Friday, December 30, 2016

Brownie Caramel Creme Root Beer

My order of 48 bottles of Root Beer from the Root Beer Store in Sand Point, Idaho has arrived.  Two large cases were on my porch this afternoon as Honey made a fuss over the delivery person.
Inside the four boxes taped together to make two larger cases are the 48 individual bottles of various Root Beers that I ordered this past Tuesday.  Of course, I could not contain my excitement and open one that sounded like it might be tasty.

Brownie Caramel Creme Root Beer sounds like a wonderful thing.  The first thing you notice is the lack of foamy head when pouring into a glass.  The second thing you notice is the strong vanilla smell when you raise the glass to your lips.  What sounds like a good thing really isn't if you are a lover of old style Root Beers.  Attempts to add other flavors to the base Root Beer usually doesn't impress my palette.  This one is no exception.  While I finished it, I cannot strongly recommend it.  Mia loves caramel but she agrees, don't put it in Root Beer, at least not this much.  This one is bottled by my recently discovered bottler in Mukilteo, Washington, Orca Bottling.

More Root Beer

Here is another Root Beer, Red Arrow

Bottled locally by Orca Beverages in Mukilteo, Washington it is a good Root Beer.  Not overly sweet with an aroma of licorice and wintergreen.  It pours fairly flat with very little head foam.  Flavor is good.

Also bottled by Orca Beverages in Mukilteo, is Anchor Ginger Root Beer.  "As a tribute to all the Sea Dogs and Scallywags looking for adventure on the high seas".  A tasty, foamy root beer that first fills your taste buds with a strong Ginger taste.  Midway through the drink, your taste buds find some of the other flavors.  Alongside the Red Arrow I like the Anchor better.
More root beers are on the way.  Forty-nine to be precise.  I will try to review each as I drink them.

Wednesday, December 28, 2016

Since We Aren't Traveling

We'll do Root Beer evaluations.

Today is a brand out of Abita Springs, Louisiana called Abita Root Beer.  Bottled by Abita Brewing Company formed in 1986 just 30 miles north of New Orleans.  We might have to visit on our way to Orleans.  Anyway this root beer is full of flavor but it is also full of sugar.  I don't like my root beer overly sweet and this one is one I likely won't buy again.  I will, however, visit the brewery if I remember as I pass by on the way south.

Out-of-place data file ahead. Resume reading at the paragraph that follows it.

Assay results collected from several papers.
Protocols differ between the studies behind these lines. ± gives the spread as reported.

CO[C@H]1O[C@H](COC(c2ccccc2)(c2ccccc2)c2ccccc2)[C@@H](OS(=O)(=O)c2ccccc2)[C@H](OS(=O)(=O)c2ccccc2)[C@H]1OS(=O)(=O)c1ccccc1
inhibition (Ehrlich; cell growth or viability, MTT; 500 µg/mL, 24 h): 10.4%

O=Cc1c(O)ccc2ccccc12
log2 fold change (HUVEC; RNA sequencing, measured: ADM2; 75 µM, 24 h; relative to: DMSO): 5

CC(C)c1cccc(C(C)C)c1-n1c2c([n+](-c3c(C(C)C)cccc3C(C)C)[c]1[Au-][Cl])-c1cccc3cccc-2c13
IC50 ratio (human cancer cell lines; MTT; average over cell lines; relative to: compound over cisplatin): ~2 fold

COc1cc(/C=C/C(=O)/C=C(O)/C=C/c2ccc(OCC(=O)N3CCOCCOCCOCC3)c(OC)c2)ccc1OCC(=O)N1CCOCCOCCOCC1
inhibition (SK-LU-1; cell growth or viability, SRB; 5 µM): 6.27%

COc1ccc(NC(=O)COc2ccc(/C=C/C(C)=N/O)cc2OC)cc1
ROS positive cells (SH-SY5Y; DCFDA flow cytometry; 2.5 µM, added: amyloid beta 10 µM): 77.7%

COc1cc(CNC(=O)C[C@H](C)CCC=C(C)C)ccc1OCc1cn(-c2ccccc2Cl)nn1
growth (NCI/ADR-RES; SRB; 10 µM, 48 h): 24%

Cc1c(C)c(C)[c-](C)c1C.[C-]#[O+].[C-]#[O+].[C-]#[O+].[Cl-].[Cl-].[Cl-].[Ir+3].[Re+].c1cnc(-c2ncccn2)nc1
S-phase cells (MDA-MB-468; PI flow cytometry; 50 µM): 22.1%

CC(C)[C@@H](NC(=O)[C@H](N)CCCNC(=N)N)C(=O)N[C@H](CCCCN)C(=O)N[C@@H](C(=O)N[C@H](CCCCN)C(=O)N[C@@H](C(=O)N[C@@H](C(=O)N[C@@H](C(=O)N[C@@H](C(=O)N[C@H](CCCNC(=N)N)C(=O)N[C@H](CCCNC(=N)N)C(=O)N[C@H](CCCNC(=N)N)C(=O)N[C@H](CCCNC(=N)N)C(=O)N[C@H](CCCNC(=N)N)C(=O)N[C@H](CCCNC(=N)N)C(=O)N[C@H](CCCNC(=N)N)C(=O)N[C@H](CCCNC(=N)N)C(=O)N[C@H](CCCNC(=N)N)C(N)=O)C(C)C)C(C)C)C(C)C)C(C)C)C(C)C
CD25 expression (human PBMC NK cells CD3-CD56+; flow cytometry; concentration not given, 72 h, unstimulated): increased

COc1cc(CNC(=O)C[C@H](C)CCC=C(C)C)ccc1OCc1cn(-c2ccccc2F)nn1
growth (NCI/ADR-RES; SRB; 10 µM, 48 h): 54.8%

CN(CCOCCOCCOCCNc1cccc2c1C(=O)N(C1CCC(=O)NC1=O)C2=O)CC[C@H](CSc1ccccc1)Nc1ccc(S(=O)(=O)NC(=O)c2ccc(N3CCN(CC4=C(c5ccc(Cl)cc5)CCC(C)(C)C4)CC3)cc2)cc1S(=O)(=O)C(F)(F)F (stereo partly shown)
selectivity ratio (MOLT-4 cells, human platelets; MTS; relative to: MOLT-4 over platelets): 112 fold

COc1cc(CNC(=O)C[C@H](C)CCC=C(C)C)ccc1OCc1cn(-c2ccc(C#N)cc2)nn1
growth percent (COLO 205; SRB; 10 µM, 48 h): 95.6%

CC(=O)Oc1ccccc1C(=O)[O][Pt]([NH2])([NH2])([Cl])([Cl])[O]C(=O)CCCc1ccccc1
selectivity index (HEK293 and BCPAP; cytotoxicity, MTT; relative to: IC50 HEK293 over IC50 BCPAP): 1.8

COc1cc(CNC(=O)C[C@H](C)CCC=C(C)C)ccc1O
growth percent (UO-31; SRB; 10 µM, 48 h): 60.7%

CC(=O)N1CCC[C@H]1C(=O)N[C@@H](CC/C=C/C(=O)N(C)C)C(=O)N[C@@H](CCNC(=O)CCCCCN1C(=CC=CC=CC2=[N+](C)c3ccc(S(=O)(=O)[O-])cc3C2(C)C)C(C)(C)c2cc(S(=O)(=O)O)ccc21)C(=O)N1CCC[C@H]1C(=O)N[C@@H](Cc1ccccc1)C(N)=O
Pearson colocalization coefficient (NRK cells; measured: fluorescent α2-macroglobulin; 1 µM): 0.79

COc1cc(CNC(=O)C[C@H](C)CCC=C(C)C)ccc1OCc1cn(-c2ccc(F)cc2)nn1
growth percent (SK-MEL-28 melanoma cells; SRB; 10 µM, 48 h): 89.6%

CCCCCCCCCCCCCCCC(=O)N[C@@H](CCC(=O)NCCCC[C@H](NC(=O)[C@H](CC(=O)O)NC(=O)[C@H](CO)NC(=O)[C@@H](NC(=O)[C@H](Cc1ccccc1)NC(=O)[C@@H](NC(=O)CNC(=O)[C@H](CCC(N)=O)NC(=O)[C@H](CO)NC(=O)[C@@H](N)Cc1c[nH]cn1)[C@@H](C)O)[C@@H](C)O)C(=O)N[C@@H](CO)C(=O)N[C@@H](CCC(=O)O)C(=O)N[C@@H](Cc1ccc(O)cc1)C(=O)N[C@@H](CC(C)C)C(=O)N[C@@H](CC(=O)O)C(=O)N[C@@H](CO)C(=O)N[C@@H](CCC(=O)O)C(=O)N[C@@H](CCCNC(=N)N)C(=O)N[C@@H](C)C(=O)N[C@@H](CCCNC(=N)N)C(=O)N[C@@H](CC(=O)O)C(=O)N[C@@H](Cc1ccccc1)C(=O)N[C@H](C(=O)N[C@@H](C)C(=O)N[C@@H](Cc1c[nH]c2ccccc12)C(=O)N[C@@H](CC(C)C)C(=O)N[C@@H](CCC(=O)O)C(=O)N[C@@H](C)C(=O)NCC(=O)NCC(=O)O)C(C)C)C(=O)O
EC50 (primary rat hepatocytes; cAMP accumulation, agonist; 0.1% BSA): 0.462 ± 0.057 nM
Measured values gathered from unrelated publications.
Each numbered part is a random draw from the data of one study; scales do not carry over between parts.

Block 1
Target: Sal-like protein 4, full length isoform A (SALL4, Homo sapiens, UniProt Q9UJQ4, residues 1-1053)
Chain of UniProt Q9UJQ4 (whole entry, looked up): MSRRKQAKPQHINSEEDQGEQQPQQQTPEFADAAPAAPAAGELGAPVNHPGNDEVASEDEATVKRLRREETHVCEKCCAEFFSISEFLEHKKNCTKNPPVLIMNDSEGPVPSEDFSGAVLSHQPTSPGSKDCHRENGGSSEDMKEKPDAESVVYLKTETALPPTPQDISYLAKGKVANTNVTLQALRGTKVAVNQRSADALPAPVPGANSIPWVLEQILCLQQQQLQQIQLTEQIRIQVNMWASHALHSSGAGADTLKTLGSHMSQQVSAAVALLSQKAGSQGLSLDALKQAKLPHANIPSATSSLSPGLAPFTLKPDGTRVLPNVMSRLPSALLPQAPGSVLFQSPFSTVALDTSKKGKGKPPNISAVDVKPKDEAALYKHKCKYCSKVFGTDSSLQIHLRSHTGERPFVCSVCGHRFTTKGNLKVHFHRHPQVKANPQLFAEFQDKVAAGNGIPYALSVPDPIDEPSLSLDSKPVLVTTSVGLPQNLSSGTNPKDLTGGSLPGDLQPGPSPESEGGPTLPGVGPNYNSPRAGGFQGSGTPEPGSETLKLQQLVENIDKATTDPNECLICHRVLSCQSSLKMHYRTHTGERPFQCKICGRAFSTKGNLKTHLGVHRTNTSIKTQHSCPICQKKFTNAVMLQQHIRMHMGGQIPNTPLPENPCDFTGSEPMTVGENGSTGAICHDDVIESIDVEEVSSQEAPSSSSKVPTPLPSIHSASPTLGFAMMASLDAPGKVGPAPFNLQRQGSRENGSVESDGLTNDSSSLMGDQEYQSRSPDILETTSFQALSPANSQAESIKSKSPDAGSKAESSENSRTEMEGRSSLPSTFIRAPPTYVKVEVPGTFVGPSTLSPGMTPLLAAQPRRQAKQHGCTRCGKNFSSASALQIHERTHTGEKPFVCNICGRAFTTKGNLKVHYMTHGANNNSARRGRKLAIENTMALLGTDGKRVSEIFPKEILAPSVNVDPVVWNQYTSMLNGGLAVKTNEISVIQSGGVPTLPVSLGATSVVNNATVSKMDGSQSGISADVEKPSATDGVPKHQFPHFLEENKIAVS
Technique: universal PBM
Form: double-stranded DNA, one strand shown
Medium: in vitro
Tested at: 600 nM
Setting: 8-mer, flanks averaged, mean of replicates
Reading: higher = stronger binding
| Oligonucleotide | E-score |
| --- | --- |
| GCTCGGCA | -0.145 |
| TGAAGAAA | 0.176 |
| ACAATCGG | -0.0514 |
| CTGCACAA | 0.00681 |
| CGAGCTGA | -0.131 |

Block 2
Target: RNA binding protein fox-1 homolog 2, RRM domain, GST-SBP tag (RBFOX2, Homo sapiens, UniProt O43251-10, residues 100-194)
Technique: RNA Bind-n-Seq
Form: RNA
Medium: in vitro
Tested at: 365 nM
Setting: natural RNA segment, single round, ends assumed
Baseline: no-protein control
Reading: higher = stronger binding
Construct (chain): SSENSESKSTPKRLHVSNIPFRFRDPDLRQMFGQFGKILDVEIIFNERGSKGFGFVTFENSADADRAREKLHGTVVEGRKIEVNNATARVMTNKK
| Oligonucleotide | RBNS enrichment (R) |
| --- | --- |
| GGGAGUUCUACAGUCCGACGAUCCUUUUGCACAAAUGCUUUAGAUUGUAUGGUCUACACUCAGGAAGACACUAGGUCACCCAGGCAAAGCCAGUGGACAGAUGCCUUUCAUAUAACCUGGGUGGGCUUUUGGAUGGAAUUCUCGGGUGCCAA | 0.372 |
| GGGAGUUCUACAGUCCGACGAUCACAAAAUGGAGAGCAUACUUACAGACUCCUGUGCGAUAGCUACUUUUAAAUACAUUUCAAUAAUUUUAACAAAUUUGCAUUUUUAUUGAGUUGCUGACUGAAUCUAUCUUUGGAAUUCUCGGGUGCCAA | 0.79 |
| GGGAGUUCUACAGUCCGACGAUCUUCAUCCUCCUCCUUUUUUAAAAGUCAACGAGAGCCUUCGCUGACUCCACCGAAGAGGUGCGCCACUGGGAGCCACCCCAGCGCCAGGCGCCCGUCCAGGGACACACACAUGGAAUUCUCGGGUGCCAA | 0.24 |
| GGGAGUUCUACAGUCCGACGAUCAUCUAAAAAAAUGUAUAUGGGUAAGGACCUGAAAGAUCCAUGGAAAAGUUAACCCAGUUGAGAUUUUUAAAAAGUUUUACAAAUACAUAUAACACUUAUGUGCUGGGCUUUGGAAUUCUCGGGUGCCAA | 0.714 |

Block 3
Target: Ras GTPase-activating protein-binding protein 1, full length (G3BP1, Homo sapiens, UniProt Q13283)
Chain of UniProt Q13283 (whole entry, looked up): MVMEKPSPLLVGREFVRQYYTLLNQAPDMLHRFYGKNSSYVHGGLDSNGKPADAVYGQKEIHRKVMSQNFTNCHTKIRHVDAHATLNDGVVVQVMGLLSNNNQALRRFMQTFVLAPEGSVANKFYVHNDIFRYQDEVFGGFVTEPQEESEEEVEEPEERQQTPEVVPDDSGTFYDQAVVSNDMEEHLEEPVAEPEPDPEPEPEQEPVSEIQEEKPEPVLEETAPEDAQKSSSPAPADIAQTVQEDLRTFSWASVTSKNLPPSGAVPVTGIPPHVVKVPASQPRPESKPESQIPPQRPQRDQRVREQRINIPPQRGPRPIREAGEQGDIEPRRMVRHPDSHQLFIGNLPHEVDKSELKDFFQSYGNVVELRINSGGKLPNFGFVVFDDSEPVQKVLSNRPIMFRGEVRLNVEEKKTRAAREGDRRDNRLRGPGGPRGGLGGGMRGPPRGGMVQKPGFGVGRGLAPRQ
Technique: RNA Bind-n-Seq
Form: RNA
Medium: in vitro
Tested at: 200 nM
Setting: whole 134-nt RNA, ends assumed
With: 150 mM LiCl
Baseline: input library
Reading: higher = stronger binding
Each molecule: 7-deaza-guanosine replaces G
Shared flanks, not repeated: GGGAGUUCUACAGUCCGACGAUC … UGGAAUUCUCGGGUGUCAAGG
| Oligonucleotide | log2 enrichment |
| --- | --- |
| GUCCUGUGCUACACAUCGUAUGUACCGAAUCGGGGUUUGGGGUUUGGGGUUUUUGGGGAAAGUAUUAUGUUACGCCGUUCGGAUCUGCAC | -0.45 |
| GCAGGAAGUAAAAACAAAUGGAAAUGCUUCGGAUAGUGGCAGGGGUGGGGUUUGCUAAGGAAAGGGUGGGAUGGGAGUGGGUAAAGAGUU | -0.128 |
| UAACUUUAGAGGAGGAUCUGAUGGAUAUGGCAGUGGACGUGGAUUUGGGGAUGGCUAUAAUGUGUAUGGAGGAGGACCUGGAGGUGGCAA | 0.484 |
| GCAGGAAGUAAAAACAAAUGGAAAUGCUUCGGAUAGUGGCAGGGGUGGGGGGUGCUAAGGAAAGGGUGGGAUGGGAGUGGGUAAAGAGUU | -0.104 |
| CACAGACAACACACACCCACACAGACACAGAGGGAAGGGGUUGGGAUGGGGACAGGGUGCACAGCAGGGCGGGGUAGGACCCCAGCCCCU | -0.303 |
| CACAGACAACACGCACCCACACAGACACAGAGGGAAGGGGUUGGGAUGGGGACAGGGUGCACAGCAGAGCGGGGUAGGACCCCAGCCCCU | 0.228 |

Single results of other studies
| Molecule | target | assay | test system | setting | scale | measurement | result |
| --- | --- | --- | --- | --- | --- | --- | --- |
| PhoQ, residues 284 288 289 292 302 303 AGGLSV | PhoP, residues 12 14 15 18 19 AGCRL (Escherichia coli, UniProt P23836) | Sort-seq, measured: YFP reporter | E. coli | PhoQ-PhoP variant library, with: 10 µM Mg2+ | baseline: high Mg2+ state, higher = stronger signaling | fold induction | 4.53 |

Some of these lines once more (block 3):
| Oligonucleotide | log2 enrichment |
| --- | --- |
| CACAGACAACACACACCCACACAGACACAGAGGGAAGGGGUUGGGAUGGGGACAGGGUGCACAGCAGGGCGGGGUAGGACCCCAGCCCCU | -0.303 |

Sunday, December 4, 2016

Down Memory Lane

As some rather wet snow falls out of the sky this morning and Christmas music is playing on Pandora, I find myself reminded of years gone past.  Days, when I didn't have a care in the world outside of trying to stay in my parents good graces.  Back to the days when dirt was invented; well, maybe not that far.

Painting by Terry Redlin
I only wish I could live there

As a young child, Christmas was always an exciting part of the year.  While we did go to church and I did understand the true meaning of the day I found myself enjoying the anticipation, food, decorations, food and trips to visit family and friends, oh, and more food.

My mother was a very capable baker.  She usually started Christmas preparations sometime in October by making a batch of fruit bread for the holidays and gifts.  She would combine candied fruit, nuts and rum with her homemade, for lack of a better word, dough.  She would put the ingredients in little tin bread pans.  I can't remember if she baked them before she froze them or not.  I suspect not because her sole reason for starting so early was to allow the rum to infuse itself with the other ingredients.  Sometime after Thanksgiving, she would begin the process of deicing the cakes and baking them.

Being a baker mom couldn't help herself around the holidays.  The kitchen was usually the warmest room in the house because the oven was going constantly.  She would prepare and bake all kinds of cookies.  Candies were one of her favorite things to make and she usually had two or three different ones.  What she called butter horns, breads and something called a Christmas wreath were always welcome additions to our holiday food fair.  I especially waited with baited breath for the Christmas wreath.  It was bread like dough with candied fruit and nuts inside formed to look like a wreath and the inside edges were cut with a knife.  Baked in the oven until golden brown and drizzled with homemade icing and I was pretty sure that I had died and gone to Heaven every single Christmas.

I can see the house in my mind, the kitchen lay out and mom kneading bread on the table as something bakes in the oven.  I remember the smells and all the dirty pots and pans she had to clean after each round of baking but the thing I remember the most is the love of what she was doing.  She spent so many hours working dough to make it just right.  She put a lot of love in all that she did and I am truly sorry I didn't recognize that until after she passed away.  One thing we never lacked during the holidays was goodies made by a woman who obviously enjoyed bringing joy to others.

I will head back down this lane later but for now, I hope all is well with you and yours.